Focus: Impact of reforms to Construction Contracts Act 2004 (WA)
25 October 2016
In brief: Proposed amendments to the Construction Contracts Act 2004 (WA) will, if passed, result in significant changes to the adjudication process in Western Australia. Partner Jeremy Quan-Sing (view CV), Senior Associate Fiona Potter and Law Graduate Thanushar Sridaran report on the potential impacts of the changes.
How does it affect you?
- If passed by parliament, the Construction Contracts Amendment Bill 2016 (WA) (the Bill) will come into effect on 15 December 2016.
- Overall, the amendments are likely to increase the number of payment disputes adjudicated under the Construction Contracts Act 2004 (WA) (the Act). With more time to prepare, applicants are likely to serve larger and more complex adjudication applications.
- More of the mining, oil and gas industries may now be captured by the Act due to the narrowing of the 'mineral processing exclusion' under the Act.
- Applicants will now have 90 business days to prepare an adjudication application, replacing the previous 28 day timeframe. The timeframe that a respondent has to prepare its response has essentially remained the same (changing from 14 days to 10 business days).
- Significantly, the amendments to the Act will allow the 'recycling' of payment claims, which was not previously possible. Post-amendment, although an adjudication application will have to be commenced within 90 business days of a payment dispute arising, if an applicant fails to do so, there is nothing to stop them simply reissuing a 'fresh' payment claim concerning the same works and starting the process again.
- The new defined term of 'business day', which excludes weekends, public holidays and the Christmas period, will be a welcome relief to parties responding to adjudication applications. It will address the previously common tactic of applicants timing payment claims so that adjudication applications could be served on the eve of public holidays.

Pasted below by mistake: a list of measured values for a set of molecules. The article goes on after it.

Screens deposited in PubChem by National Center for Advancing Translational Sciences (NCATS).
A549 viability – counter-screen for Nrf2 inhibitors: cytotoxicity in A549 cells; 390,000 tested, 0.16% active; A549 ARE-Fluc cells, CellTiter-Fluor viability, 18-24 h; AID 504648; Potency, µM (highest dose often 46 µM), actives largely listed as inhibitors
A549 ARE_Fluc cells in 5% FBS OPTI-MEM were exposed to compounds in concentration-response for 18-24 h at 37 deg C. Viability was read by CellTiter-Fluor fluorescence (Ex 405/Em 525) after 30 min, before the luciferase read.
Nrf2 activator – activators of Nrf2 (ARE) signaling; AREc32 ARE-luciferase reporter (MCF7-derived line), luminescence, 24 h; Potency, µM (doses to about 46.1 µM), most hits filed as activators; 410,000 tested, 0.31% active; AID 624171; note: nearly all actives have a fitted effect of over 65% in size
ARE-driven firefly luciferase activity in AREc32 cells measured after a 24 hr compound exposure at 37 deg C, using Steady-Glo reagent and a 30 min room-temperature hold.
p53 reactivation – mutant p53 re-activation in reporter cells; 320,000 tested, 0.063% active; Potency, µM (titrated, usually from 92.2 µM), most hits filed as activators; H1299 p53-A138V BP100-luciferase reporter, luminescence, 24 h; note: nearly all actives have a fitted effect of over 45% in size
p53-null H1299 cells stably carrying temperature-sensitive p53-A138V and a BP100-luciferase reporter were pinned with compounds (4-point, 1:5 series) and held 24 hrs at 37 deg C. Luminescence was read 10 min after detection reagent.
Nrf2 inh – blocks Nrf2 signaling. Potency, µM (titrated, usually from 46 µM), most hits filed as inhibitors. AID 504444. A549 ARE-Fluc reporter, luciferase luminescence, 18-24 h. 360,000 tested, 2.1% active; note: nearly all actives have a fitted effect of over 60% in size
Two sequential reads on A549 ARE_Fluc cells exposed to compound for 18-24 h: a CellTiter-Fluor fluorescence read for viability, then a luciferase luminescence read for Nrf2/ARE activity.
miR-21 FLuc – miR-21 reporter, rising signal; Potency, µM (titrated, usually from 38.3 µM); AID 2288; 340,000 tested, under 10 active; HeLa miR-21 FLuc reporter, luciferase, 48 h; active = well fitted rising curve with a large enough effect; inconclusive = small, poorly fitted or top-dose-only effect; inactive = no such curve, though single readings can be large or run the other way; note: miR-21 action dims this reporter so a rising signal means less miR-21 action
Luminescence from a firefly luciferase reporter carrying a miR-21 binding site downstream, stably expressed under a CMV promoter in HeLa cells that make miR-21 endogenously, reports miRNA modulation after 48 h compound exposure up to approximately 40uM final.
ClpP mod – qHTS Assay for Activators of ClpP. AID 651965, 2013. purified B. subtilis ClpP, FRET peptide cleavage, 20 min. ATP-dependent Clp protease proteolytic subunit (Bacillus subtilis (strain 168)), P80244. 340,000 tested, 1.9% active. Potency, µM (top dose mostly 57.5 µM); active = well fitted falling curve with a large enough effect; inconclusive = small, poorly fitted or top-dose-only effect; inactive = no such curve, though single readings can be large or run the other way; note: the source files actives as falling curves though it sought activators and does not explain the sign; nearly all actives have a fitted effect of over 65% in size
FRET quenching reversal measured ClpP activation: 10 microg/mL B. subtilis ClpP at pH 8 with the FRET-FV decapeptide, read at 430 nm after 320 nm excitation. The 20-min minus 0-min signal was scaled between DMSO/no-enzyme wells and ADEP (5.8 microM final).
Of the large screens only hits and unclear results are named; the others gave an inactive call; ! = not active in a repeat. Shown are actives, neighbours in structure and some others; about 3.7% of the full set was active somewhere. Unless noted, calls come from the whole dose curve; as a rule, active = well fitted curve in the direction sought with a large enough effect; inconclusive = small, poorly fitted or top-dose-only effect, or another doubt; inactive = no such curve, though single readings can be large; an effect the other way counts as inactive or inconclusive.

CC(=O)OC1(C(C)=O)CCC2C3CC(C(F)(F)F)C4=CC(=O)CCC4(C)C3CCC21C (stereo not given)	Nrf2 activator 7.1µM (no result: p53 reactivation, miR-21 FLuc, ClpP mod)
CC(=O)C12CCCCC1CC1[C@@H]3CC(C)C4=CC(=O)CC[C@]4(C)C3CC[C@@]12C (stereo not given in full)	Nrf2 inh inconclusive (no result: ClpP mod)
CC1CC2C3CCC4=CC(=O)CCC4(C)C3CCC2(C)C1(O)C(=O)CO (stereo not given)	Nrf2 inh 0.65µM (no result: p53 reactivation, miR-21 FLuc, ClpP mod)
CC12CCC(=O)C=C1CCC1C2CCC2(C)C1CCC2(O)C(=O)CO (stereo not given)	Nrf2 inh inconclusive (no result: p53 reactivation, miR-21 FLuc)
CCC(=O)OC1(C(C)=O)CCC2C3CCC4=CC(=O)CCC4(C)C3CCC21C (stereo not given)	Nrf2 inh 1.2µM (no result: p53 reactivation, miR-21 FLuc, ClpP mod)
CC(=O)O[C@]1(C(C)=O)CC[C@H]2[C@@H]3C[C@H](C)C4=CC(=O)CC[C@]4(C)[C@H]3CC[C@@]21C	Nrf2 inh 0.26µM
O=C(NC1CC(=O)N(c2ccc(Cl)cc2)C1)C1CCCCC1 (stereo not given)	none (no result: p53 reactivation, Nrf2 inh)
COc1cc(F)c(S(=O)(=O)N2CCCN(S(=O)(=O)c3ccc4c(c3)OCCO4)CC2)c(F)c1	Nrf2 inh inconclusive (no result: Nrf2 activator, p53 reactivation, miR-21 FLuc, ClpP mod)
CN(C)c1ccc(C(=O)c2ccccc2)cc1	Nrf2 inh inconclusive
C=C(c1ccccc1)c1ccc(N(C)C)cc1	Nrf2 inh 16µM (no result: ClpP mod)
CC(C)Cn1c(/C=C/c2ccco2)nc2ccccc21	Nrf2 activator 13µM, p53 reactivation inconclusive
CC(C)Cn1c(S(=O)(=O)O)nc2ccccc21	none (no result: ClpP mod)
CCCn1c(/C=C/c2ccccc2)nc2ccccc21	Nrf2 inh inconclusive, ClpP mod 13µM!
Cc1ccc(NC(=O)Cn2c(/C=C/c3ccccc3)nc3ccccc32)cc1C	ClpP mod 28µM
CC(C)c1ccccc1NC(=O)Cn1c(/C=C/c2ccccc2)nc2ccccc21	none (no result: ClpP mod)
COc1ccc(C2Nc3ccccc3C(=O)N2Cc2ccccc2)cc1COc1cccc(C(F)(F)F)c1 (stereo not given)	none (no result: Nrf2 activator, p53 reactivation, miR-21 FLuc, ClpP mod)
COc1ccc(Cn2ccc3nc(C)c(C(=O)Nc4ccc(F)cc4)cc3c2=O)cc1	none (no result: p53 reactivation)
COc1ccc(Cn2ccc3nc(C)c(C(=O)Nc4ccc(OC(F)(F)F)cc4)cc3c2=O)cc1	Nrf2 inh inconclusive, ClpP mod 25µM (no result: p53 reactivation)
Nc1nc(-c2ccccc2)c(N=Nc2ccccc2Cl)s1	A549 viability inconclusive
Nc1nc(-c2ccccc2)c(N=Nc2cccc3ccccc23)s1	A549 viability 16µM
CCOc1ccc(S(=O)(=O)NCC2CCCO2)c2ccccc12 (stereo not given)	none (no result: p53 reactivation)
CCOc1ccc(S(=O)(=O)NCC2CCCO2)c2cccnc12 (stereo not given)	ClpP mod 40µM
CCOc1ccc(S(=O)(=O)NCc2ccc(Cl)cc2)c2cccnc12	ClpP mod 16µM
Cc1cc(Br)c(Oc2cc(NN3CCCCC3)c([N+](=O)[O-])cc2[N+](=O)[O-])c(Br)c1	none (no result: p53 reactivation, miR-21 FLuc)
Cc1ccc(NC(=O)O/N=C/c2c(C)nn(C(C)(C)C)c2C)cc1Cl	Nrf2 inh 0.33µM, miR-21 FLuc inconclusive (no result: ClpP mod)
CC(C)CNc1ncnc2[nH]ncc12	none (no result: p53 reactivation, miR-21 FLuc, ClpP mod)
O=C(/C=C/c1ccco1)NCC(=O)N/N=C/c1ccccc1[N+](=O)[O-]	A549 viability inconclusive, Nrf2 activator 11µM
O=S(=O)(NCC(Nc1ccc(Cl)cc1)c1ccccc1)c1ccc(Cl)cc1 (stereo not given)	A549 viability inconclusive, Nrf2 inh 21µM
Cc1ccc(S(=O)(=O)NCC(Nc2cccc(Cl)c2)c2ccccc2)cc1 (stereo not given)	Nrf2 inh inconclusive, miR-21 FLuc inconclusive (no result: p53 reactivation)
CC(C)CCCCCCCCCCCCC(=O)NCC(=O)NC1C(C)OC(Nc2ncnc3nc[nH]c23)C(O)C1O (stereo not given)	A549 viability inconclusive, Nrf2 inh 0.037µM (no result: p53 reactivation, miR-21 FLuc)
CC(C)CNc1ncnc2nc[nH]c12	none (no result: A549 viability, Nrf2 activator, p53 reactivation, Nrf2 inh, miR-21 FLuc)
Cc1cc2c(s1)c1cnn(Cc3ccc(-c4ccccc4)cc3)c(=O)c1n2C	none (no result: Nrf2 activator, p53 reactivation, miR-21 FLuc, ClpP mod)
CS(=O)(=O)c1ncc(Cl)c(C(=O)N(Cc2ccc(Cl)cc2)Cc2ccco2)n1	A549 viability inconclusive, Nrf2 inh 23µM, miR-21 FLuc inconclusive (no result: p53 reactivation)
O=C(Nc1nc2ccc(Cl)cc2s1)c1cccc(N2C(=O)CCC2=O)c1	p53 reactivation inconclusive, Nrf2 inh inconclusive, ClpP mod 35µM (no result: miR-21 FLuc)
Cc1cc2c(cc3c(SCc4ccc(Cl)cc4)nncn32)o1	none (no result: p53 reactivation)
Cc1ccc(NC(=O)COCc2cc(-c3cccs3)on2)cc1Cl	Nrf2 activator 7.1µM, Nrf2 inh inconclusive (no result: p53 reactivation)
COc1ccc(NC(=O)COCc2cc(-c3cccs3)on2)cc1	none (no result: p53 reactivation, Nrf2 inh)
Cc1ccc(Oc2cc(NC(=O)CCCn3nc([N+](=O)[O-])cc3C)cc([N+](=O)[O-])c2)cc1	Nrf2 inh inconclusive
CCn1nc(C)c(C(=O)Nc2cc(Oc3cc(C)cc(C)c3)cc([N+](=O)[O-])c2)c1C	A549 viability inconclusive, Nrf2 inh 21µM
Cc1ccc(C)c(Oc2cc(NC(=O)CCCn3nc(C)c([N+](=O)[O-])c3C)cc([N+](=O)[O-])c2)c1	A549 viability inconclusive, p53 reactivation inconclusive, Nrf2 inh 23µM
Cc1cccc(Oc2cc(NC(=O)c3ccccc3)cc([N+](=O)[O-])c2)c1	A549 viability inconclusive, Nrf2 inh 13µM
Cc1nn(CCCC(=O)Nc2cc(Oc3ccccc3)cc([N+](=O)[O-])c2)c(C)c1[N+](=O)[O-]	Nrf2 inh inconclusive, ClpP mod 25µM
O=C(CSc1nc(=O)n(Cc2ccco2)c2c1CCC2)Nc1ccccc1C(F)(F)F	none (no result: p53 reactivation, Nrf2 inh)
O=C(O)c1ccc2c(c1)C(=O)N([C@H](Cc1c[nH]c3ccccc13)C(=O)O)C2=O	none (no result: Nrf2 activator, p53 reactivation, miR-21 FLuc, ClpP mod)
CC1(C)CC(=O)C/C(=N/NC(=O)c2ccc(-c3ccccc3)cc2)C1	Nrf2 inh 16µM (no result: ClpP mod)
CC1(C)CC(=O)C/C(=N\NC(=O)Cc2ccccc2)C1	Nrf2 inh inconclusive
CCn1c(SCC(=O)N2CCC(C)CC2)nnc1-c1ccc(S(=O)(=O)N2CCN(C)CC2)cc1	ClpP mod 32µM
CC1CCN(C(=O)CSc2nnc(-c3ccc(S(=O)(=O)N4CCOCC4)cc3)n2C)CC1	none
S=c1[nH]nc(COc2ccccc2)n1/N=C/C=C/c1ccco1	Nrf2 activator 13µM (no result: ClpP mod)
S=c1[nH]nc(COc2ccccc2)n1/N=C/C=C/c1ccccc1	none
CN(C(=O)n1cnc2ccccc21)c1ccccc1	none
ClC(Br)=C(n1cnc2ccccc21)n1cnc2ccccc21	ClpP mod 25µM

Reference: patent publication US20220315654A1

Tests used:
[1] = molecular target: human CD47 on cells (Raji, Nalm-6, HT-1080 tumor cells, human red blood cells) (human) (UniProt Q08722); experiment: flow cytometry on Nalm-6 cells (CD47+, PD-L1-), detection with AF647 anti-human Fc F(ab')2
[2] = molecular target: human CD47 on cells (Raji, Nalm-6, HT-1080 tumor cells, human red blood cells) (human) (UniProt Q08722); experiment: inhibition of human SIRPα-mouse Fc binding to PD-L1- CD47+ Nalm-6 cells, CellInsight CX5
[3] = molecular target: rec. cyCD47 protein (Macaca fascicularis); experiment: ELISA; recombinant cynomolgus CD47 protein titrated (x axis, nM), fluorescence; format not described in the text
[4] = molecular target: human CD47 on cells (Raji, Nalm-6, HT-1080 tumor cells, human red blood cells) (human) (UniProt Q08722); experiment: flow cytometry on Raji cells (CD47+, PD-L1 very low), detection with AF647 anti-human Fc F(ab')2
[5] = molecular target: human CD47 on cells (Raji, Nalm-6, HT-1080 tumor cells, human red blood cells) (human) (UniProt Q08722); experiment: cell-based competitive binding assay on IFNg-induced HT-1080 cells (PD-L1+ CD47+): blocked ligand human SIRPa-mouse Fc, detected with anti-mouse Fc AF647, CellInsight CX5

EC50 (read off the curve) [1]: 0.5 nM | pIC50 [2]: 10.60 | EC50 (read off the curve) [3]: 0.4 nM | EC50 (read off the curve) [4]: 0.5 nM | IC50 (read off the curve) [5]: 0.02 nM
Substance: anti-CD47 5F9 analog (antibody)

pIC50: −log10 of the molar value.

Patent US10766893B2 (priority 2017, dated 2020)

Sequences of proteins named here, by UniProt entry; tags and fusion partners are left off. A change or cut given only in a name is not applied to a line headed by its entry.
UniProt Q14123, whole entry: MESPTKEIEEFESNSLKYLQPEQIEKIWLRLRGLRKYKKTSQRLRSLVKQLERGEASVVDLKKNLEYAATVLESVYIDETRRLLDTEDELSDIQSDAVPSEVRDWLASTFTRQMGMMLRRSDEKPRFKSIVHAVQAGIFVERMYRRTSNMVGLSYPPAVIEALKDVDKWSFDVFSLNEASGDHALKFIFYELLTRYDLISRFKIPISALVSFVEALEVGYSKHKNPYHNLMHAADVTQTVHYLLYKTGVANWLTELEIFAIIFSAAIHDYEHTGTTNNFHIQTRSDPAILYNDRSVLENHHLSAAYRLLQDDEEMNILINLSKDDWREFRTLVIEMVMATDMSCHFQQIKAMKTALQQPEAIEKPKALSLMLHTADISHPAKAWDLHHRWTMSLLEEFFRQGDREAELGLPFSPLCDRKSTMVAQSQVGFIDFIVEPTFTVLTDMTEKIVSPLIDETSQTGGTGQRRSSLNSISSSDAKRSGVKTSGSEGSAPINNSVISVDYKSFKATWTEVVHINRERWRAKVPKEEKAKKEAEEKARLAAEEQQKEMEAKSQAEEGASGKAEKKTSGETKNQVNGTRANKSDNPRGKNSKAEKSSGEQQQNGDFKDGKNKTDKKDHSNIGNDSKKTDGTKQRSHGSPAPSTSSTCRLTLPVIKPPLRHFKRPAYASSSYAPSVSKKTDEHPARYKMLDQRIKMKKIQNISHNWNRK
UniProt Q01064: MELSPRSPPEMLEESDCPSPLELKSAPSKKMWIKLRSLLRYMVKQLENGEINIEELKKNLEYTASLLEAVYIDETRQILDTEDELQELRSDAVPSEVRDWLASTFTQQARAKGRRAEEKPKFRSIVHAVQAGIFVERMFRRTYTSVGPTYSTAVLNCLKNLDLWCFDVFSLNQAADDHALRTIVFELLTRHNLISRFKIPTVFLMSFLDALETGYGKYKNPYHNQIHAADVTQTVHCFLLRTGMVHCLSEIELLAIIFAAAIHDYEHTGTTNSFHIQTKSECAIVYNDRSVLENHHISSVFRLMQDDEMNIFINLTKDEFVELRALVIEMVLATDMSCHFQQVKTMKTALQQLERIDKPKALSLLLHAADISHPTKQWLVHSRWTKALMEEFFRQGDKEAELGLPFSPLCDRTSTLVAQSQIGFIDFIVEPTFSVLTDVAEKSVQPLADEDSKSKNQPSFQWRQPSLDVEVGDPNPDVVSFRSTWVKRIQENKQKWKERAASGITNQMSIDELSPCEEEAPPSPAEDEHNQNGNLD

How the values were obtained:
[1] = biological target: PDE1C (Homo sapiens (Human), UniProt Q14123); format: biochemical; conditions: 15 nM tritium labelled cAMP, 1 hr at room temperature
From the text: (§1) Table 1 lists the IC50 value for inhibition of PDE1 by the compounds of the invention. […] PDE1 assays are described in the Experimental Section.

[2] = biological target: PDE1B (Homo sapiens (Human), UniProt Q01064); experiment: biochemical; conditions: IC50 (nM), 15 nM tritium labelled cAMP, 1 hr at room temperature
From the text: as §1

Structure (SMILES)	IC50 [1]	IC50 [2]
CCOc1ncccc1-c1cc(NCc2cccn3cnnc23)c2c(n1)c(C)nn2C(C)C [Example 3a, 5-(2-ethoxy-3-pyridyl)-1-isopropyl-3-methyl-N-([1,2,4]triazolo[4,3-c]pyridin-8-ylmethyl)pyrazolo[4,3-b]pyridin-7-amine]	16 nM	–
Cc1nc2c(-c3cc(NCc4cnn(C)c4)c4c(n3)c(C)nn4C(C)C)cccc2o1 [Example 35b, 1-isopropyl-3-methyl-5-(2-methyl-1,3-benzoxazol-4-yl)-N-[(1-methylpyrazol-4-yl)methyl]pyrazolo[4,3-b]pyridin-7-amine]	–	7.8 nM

- For construction contracts entered into after 3 April 2017, any payment clauses that provide for payment more than 30 days after a payment claim is made will be ineffective and will be read as requiring payment within 30 days. This is a change from the current position under the Act which prohibits terms allowing payment more than 50 days after a payment claim.
The Bill is at the Second Reading stage in the Lower House of the WA Parliament. If the Bill is passed by Parliament, it will come into effect on 15 December 2016.
The Bill arose from the Report on the Operation and Effectiveness of the Construction Contracts Act 2004 (WA) by Professor Phil Evans, which was compiled and released following a public call for written submissions and meetings with stakeholders concerning the operation of the Act.
The table below summarises the main changes introduced by the Bill and the impact of these amendments on parties to construction contracts, if introduced:
Prohibition on payment terms greater than 30 days
The prohibited provisions have been amended such that construction contracts cannot have payment provisions that allow for contractors to be paid more than 30 days after payment is claimed (section 10).
For construction contracts entered into after 3 April 2017, payment terms cannot be greater than 30 days, and will be read to provide for payment in 30 days if they purport to do so (currently payment terms greater than 50 days are prohibited).